The camera has nice aesthetics as well, featuring a bold ring of chrome that calls attention to the superior quality lens and the high carbon plastic body that has a matte black finish sprinkled with flecks of silver. The camera feels solid and well built and the buttons have a precise feel to them when pressed. For the price, the build quality is amazingly good. Other features are a huge, 3-inch (230,400 pixel) LCD screen that can also be used as a viewfinder when swapped with the EVF via the toggle button that's located to the right of the EVF prism. The LCD is sharp, bright and viewable from a very wide angle. The EVF has a 200,000 pixel screen and a well-hidden diopter correction located under the viewfinder that works well and gives the image in the finder some additional sharpness.

Another cool feature of the H5 is that there is a plethora of add-on features that can be purchased separately. These include a macro lens and ND filters (the lens has standard 58mm threading, so you can use any photo filters that are 58mm), as well as telephoto and wide angle converter lenses. The H5 also comes equipped with a nice lens hood as well. Which begs the question: with all of these great features available, why didn't Sony include an external flash (maybe even with TTL) as well, like it's Kodak competitor, the EasyShare P712? Anyone who is interested in mounting different accessory lenses for this camera would probably like the option of a more powerful flash as well.

Battery

The H5 uses AA-sized lithium Ion batteries that ship with a charger. The advantage of using the AA design is that in an emergency, you can throw in an alkaline set of AA batteries and go. This may have been intentional because the charger that comes with the H5 is fairly slow. In some instances it took almost six hours to recharge a set of batteries. But when fully juiced, they are CIPA rated at 340 shots, respectable for this camera class.

I was also impressed with the quiet operation of this camera when all sound is turned off in the menu. The shutter in the H5 is so whisper quiet that I dare say you could take this camera into any situation where there's a need for silence and shoot available light images without interrupting. The only other camera I can compare it to as far as the low level of audio noise is a Leica.

Video Features

The H5 can also shoot extremely high quality video and has the ability to use the zoom lens at a reduced rate of speed in comparison to racking the zoom while shooting still photos. By slowing the zoom down, it eliminates most of the noise introduced when racking the lens during video capture. At its highest quality, the H5 can shoot 12 minutes of uncompressed NTSC quality (640X480 @29.9 frames per second) video on a 1GB Memory Stick Pro Duo card. At its lowest quality, the H5 is able to produce MPEG VX videos that use 8 fps at a resolution of 160x120. It is however, quite choppy and should be a last resort for video. There are other quality levels in between these that balance high quality video with storage economy that should serve just about anyone's needs.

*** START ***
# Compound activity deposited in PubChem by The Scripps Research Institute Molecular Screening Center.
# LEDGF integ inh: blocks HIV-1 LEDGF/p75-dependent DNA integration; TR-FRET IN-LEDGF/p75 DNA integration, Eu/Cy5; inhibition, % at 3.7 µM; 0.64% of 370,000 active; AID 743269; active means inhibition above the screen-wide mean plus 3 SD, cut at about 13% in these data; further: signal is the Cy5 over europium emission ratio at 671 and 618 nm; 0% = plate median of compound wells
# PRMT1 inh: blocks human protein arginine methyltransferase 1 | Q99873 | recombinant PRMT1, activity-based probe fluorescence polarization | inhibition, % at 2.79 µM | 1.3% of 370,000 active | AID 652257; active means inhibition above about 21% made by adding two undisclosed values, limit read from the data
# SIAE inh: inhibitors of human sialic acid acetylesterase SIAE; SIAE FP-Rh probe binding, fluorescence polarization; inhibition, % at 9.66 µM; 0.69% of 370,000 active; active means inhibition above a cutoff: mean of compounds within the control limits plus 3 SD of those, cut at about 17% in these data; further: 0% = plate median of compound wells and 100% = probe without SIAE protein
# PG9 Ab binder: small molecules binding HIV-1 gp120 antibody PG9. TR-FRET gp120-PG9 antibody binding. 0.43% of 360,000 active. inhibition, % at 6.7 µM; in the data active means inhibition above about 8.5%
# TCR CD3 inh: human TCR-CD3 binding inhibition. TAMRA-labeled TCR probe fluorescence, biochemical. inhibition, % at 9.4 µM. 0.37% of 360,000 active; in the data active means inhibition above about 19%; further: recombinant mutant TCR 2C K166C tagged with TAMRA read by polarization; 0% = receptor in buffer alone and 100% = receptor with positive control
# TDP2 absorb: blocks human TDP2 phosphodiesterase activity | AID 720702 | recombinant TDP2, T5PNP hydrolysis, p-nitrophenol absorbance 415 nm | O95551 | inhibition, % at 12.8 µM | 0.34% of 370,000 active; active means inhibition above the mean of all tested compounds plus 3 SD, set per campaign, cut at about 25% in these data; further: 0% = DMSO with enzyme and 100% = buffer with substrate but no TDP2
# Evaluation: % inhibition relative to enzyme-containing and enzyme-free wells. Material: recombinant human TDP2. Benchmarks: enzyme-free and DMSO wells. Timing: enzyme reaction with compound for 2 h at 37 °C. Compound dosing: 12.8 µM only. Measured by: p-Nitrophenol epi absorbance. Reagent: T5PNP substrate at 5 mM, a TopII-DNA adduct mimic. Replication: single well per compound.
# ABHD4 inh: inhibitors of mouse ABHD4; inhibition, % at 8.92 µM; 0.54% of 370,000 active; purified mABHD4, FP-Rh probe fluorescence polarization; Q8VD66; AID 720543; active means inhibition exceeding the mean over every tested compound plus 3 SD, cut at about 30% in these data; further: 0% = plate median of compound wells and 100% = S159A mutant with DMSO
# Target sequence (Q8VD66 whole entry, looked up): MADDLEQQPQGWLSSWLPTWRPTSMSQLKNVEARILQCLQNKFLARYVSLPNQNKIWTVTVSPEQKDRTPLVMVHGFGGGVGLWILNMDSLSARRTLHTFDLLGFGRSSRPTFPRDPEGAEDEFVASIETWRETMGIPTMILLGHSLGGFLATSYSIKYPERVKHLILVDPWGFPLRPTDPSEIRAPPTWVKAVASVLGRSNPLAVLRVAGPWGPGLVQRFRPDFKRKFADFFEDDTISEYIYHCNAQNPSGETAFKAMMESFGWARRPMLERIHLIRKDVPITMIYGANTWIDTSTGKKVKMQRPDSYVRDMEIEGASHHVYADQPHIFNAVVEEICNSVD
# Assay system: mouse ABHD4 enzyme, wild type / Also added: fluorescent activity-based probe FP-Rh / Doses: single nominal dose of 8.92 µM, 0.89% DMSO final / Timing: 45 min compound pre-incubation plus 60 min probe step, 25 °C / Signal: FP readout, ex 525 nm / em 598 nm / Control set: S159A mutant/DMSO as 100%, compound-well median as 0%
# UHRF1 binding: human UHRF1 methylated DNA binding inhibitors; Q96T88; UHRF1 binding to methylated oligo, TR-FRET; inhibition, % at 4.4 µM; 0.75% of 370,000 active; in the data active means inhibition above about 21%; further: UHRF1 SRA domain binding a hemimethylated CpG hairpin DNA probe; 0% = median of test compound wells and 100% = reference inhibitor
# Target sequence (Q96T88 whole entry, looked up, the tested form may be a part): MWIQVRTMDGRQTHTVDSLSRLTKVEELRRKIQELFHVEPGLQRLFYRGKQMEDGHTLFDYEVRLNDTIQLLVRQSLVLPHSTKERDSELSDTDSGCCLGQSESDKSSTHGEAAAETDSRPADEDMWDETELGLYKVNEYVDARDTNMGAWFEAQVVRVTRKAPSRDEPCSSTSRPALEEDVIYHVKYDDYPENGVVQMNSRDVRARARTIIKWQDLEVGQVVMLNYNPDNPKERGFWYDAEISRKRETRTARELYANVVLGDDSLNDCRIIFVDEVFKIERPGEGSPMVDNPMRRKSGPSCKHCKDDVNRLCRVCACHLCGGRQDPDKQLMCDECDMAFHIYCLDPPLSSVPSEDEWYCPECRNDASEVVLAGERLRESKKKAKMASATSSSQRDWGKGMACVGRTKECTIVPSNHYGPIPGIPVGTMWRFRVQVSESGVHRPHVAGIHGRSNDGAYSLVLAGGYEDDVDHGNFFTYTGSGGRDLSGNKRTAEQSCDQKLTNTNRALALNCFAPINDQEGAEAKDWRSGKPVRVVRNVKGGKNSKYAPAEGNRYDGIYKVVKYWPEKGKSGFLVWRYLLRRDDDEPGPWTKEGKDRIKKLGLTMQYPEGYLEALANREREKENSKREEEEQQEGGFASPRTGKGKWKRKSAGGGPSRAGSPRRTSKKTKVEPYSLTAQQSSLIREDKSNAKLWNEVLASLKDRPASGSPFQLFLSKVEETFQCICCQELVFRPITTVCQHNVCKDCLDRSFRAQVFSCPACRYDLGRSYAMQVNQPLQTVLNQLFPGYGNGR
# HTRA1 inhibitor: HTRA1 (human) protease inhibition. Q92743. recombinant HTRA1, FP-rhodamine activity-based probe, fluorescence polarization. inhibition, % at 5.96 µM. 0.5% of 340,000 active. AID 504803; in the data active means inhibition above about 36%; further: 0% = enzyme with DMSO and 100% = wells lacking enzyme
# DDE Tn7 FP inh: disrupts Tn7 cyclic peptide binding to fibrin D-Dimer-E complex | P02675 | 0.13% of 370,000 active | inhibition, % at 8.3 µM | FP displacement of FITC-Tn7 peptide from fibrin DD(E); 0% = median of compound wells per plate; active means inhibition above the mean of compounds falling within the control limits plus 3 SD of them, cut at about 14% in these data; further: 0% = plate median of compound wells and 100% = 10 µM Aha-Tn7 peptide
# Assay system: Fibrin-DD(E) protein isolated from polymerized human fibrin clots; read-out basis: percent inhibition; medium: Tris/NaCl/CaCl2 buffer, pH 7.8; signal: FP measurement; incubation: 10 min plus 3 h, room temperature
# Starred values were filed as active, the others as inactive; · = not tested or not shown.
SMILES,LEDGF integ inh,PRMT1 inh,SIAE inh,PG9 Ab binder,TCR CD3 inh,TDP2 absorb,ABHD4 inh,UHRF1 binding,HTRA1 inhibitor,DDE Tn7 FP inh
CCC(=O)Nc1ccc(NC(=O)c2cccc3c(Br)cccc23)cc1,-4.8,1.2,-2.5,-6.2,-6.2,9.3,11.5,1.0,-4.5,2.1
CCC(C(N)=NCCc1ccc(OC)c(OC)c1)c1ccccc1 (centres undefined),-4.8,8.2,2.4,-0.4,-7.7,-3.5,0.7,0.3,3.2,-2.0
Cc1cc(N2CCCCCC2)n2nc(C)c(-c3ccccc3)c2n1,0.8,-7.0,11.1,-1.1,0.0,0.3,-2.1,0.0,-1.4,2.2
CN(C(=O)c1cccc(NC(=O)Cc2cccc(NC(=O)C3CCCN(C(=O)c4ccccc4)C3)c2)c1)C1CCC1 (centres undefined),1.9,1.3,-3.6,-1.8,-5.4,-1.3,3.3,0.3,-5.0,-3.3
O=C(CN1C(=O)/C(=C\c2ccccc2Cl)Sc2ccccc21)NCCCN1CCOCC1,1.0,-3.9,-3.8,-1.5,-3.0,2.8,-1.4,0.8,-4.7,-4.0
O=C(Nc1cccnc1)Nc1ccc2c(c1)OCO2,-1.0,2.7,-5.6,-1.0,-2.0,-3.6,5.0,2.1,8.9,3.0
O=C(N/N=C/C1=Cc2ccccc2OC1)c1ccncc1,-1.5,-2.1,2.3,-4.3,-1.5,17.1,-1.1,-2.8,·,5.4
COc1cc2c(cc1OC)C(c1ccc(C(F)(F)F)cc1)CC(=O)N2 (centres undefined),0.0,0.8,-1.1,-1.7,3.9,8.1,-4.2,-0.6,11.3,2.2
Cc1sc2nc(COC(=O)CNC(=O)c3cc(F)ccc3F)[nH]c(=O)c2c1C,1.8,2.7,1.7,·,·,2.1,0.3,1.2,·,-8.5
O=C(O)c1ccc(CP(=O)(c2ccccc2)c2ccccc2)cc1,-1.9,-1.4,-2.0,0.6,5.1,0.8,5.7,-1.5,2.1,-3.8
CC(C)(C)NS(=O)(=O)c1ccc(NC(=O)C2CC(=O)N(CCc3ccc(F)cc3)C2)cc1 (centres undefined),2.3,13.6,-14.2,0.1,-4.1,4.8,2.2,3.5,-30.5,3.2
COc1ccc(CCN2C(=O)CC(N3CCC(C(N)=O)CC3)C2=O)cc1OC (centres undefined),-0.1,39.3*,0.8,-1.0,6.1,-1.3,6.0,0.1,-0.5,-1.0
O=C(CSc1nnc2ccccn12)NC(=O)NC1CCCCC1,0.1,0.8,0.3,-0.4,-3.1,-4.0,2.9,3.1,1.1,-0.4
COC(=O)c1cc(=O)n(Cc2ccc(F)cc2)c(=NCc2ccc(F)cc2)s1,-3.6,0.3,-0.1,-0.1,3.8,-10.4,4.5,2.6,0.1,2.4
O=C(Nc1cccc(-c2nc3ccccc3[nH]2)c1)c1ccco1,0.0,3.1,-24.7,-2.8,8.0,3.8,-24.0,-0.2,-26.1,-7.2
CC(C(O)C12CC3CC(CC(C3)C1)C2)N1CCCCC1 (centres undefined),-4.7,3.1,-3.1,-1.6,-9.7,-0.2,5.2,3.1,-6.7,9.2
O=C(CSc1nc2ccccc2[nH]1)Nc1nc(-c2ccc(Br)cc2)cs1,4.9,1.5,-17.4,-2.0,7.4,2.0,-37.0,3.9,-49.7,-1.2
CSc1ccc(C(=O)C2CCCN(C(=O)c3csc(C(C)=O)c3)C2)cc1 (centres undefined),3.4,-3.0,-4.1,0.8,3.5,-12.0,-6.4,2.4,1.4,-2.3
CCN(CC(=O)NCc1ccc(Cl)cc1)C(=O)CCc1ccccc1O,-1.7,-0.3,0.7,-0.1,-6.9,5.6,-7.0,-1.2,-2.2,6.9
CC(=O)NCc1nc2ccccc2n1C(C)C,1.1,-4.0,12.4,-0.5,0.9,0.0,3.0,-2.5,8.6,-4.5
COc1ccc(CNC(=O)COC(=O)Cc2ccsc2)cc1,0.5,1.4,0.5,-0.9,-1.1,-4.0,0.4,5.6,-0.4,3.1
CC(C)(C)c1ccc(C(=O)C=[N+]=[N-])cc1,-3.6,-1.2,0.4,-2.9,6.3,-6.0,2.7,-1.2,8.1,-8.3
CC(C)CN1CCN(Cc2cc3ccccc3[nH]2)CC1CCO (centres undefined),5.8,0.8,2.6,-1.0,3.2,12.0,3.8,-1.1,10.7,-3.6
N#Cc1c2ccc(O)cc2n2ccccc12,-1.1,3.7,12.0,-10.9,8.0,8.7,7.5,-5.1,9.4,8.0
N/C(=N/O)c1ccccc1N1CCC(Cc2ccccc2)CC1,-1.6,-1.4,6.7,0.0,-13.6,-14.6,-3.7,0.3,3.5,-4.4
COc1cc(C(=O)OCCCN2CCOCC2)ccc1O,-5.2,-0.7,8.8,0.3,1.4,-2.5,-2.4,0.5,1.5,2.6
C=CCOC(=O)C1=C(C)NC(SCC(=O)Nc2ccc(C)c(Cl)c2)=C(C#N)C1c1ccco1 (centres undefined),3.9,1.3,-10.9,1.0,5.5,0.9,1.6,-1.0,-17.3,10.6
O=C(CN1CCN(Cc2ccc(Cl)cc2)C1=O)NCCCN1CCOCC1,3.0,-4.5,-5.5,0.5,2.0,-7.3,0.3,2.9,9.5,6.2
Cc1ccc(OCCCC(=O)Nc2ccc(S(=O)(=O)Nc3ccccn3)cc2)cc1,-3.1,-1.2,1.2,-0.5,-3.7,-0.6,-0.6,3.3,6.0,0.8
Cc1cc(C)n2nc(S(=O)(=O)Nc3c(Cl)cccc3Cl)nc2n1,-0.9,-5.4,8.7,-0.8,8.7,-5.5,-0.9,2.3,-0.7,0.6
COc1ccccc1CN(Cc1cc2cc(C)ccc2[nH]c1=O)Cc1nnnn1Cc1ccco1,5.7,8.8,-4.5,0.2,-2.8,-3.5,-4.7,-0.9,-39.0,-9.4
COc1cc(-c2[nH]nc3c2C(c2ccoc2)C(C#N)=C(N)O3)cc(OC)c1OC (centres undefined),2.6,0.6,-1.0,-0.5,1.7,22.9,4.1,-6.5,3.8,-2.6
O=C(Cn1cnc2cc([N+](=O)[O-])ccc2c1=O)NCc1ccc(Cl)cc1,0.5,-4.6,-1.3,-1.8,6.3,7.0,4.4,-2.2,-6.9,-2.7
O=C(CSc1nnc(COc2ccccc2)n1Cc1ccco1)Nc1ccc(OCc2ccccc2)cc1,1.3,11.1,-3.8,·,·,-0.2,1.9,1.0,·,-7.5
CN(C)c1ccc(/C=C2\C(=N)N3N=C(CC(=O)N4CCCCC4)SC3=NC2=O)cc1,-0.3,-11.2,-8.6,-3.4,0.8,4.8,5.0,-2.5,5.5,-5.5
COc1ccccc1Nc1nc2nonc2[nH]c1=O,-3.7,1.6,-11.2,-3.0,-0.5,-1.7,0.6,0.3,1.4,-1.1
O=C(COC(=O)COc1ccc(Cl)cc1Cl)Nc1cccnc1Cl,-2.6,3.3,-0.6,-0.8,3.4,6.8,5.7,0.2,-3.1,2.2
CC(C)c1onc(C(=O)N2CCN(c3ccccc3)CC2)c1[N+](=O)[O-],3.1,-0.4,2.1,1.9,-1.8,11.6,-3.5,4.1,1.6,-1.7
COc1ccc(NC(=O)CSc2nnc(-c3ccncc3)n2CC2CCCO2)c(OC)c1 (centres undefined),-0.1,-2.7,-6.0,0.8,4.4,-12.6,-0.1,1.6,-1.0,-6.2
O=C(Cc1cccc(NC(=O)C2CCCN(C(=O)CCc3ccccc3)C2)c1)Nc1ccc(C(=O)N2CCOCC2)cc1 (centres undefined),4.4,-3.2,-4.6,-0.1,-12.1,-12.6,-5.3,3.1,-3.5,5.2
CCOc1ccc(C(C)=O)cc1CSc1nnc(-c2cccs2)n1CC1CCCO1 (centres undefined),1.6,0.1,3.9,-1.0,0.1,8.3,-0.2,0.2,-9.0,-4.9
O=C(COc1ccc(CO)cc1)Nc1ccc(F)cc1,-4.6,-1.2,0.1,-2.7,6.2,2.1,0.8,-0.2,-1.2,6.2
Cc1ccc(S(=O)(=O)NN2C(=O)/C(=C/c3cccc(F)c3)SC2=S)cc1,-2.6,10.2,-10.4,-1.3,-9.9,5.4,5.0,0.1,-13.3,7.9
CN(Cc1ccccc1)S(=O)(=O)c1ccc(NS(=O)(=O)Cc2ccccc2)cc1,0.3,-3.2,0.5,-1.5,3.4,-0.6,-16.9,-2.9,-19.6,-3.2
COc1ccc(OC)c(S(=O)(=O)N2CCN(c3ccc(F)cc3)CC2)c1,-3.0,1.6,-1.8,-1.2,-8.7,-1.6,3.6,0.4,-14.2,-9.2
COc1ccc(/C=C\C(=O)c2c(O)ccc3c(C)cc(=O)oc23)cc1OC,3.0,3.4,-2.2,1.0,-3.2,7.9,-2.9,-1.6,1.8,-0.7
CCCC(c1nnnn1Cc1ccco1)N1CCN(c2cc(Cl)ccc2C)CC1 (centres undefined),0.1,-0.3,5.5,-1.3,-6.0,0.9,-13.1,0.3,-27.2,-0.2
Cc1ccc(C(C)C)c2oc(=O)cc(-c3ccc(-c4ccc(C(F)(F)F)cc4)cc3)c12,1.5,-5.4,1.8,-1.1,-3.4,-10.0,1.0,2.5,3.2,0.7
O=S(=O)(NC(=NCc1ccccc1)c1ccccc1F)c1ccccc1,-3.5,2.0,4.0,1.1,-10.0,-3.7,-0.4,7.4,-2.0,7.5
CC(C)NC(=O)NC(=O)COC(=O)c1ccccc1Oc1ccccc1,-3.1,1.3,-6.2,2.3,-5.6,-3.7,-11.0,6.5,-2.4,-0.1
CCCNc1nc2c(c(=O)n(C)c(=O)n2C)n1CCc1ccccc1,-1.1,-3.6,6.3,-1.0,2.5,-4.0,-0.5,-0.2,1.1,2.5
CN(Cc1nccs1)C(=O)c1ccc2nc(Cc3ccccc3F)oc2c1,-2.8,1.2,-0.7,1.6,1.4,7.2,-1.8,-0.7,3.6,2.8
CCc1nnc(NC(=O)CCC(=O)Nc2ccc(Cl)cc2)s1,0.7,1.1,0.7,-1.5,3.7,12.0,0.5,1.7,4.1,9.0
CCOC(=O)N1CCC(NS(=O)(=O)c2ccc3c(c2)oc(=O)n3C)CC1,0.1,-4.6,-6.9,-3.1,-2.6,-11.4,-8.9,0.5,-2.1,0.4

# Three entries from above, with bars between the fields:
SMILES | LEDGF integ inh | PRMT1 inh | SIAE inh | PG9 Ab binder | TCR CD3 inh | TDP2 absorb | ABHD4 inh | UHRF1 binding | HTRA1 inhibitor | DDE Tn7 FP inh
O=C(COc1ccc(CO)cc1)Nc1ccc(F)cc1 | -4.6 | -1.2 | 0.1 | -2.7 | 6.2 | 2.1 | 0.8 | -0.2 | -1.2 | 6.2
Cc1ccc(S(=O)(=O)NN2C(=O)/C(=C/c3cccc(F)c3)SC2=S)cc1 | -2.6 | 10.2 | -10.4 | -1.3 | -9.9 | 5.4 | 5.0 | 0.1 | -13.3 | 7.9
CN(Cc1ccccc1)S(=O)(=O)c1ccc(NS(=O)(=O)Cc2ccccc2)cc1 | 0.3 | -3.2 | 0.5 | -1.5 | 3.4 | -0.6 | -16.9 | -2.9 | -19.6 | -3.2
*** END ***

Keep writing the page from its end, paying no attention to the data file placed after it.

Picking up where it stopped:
Optics

Carl Zeiss optics are heralded for their high quality color fidelity and sharpness. Typically a lens used by professional-grade cameras, it's what makes the H5 appealing. The images are sharp and colorful with little in the image area that would be considered an issue caused by the lens. It's nearly flawless and I suspect that a majority of the price paid for an H5 is for the lens.

Scenes vs. Manual

The H5 has six different shooting modes and an additional six scene modes that cover shooting at twilight, at the beach and other situations where the camera may need to compensate for adverse lighting conditions. I was thrilled to see that one of the modes was manual and that Sony incorporated a wheel just below the shutter release that when pressed, switches between aperture and shutter speed and when turned, adjusts whichever of these is selected. It's quick, easy and works very well. Unfortunately, it's not a FULL manual mode, since the camera determines the ISO setting automatically. Another drawback is that the minimum aperture in manual mode is f/8. Sony isn't alone in this shortcoming though, but you have to wonder why a camera maker has manual shutter speeds from 30 seconds to 1/1000th of a second and then stops the aperture at f/8.